Training isn’t always fun. It requires discipline. It’s often painful at the beginning. We put in a lot of effort to ensure that life doesn’t get in the way. We become consistent by prioritizing training in our schedules. We spend money to keep ourselves accountable. We wake up early or stay a little later than we have to just to make time. We may skip out on eating out, coffee with friends, TV shows or anything else we might do during our personal time to stay on track. That’s a lot of effort. It’s difficult especially for new athletes to adjust to this life change.
We recommend that you start with what you can and as you get comfortable, expand your comfort zone. If you can do only only once or twice a week, do just that. Explore adding a training day after consistently achieving your small target.
An “okay” plan that you can stick to is far superior to the “perfect plan” that you’ll quit after a few days or weeks.
Overcommitting leads to early failure and burn out. Overexerting yourself leads to exhaustion. Both situations make you feel like a loser fighting an uphill battle. You need to set yourself up for victory instead of failure–slow progress that makes you feel like you’re winning. When you’re happy you’ll last longer, get to do more and achieve more.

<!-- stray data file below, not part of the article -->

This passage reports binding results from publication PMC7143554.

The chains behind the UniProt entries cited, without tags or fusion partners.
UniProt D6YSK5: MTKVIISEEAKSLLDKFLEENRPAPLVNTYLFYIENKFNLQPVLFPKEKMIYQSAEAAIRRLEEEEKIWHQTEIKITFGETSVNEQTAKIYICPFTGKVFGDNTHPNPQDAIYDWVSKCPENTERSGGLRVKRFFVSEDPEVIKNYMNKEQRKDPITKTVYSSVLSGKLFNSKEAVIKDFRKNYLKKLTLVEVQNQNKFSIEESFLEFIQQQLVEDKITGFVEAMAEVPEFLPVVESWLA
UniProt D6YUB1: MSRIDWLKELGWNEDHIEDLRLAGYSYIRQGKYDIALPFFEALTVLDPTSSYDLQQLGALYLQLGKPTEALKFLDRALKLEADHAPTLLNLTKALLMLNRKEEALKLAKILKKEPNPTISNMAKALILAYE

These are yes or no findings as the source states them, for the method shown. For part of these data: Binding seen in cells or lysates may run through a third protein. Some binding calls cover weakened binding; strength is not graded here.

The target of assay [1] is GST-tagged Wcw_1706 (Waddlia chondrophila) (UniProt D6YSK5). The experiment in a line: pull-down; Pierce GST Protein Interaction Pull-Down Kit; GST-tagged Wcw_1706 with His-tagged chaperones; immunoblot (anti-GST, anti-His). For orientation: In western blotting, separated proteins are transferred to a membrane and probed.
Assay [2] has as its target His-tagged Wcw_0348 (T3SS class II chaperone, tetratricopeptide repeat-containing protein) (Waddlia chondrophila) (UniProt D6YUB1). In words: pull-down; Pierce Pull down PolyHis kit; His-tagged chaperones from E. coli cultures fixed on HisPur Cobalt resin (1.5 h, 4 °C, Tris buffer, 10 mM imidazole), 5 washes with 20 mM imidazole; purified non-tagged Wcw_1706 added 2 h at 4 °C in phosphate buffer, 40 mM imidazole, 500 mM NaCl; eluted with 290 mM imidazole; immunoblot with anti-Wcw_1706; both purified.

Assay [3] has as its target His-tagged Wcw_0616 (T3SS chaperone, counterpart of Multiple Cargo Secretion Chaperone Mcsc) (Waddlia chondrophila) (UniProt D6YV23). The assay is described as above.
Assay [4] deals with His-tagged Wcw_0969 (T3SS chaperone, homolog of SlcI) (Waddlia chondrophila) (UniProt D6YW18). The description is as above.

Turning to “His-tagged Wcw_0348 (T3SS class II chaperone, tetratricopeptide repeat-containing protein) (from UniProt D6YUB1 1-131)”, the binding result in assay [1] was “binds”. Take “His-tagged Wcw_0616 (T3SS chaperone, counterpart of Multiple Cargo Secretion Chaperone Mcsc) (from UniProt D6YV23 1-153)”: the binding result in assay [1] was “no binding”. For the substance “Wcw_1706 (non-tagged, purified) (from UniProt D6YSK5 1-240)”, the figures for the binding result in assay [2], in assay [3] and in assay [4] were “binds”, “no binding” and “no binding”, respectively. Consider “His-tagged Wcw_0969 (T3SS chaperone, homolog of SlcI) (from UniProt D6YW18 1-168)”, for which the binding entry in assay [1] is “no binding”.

Here are some thoughts to consider that can help you keep the joy in the training.
Track the right things.
Take note of your benchmarks. How much weight can you lift? How many reps or rounds were you able to do? How fast were you? How was your form? Every few months compare yourself with your past performance. Consider shifting from aesthetics goals to performance goals. Aesthetic goals are a by product of achieving performance goals. You have little control over the aesthetic part but perfect control over the performance part.
Acknowledge what you’re doing and appreciate your progress. It might take some time for you to reach your goals but consider this. You are far ahead of everyone who needs to make changes to their life but are doing nothing. Document your progress. Write down the workout. How did you do? How many rounds? How do you feel? In one sentence, what did you learn or need to improve? Celebrate the small wins.
Get better at your new skills
What movements have you unlocked that you previously could not do?
Do you now have strengths that were previously your weakness?
What was previously hard for you that is now easy?
Track your results correctly.
Don’t base your progress on pounds lost. How much fat and muscle mass is more accurate. You’ll need to use more complicated tools to measure your results. Here’s a trick. As early as you can take bathroom selfies after every workout and compare them every two or three months. If selfies aren’t your thing you can also log your waist line.
Make friends and have fun.
Don’t compare yourself to others. You can admire what they can do as you cheer them on. People who are ahead of you are there to show you what is possible when you achieve as soon as you reach their level. Don’t take things too seriously. Just have fun as you do what you have to do.
Nothing good ever comes easy. The road to your goals is often long and hard but with the right attitude and the right strategy, you can keep the joy as you train to achieve your goals.